Asda has slammed suppliers for over-forecasting promotional sales, creating strained relationships with retailers and excess unsold stock.
"Who do you think you're kidding putting in a massive forecast when you know we're never going to sell it in 12 months, let alone 12 weeks?" said Asda buying manager Laura Shears.
Speaking at grocery think tank IGD's Availability & Demand Planning 2008 conference in London last month, she warned manufacturers to stop trying their luck with Asda and to co-operate more with the retailer.
In the past, said Shears, Asda's work with suppliers on promotional forecasting had been disjointed. "We were working in a linear process, where you put a product on promotion, sent the stock up, then stores dealt with it and it dropped off the radar."
However, she said Asda had recently developed a much more cyclical promotional process, focusing on manufacturers and retailers giving feedback.
"I realise suppliers are doing a lot of the leg work, but I've worked with account managers who've said [sales are expected to be] 300% up and then when I've spoken to the planners they've said that's rubbish," she claimed.
"There needs to be better communication - it's not just about Asda communicating with its suppliers, but about suppliers aligning their own processes."
As well as souring relations between retailers and manufacturers, over-forecasting could generate waste, said Shears.
"From an ambient perspective, over-forecasting results in stock clogging up the depot and store, but if you send up 300% too much fresh stock, you end up binning it."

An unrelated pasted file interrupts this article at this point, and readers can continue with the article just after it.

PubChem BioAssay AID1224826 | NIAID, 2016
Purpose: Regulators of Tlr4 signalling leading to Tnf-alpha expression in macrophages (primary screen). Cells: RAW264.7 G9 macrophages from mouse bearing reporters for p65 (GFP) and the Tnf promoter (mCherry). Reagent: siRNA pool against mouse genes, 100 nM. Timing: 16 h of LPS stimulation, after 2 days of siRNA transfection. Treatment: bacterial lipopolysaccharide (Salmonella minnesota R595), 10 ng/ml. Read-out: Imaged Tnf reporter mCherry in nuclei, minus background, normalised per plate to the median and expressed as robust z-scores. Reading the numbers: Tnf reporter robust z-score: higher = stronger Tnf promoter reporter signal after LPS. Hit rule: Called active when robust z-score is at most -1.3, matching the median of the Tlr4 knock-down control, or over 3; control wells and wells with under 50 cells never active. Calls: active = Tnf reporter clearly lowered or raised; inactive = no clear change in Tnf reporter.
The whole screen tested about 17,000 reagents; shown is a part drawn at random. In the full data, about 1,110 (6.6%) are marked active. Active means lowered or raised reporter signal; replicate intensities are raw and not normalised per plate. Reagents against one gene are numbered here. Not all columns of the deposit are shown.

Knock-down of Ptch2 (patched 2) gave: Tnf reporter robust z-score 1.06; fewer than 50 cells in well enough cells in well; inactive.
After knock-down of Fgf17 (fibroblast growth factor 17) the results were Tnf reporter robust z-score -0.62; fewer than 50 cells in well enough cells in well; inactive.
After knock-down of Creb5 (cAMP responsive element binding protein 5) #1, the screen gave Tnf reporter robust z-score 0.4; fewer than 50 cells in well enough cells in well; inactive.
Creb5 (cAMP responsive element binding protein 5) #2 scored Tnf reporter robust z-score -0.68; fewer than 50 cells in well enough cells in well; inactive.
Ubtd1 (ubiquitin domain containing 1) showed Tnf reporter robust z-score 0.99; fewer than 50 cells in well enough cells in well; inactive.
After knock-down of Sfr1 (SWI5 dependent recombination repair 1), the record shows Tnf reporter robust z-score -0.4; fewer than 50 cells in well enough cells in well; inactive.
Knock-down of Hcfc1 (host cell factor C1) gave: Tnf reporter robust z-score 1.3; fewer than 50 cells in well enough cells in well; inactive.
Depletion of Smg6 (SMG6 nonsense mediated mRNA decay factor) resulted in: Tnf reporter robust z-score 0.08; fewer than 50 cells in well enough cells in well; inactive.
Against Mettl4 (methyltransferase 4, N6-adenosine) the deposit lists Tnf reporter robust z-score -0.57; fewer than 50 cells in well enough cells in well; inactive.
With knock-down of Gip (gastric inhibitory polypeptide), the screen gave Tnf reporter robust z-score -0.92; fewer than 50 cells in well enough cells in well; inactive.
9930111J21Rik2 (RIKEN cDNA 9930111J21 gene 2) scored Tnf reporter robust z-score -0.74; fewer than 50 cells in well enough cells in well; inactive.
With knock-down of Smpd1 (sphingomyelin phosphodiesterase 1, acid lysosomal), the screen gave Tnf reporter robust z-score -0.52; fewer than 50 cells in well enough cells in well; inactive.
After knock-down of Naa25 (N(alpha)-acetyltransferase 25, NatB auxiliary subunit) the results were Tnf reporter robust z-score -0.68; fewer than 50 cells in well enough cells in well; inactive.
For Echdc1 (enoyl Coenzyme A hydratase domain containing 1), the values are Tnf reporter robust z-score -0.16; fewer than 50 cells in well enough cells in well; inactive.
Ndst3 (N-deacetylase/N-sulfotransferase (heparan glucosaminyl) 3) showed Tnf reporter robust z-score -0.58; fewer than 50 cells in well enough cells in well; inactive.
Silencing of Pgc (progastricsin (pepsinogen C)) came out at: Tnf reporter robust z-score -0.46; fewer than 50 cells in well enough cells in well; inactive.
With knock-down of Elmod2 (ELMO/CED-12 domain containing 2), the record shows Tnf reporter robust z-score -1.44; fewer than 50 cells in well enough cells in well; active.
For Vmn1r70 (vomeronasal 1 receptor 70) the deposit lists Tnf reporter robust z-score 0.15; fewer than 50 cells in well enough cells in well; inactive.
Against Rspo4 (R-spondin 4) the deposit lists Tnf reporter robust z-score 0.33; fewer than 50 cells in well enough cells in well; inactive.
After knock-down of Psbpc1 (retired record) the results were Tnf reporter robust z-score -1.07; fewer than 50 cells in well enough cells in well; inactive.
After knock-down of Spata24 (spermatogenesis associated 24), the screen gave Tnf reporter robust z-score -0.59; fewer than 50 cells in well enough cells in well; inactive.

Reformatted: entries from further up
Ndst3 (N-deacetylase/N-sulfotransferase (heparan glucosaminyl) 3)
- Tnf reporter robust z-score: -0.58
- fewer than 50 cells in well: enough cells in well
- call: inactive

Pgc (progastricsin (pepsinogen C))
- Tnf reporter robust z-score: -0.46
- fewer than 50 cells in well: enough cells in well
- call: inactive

Responding to Shears' comments, Chris Devaney, Glanbia Consumer Foods Ireland's planning manager, told Food Manufacture that he was shocked at Asda's approach to forecasting.
Devaney argued the retailer shouldn't be asking suppliers' account managers to make unilateral forecasts in the first place, but should be working with them on a joint prediction.
"I'm surprised Asda isn't working more closely with suppliers in terms of collaborative forecasting," he said.
"We've really found the benefit of consensus planning. We do have customers who don't go along with it, but that's not the way to operate. It's beneficial for both parties, because otherwise retailers end up embarrassed because they've run out of stock."
Several case studies of supplier/ retailer collaboration were presented at the IGD conference, including how dairy giant Arla had worked with Asda to improve availability of organic fresh milk by 56% in stores. The work, which took three years, also cut product wastage by 20%.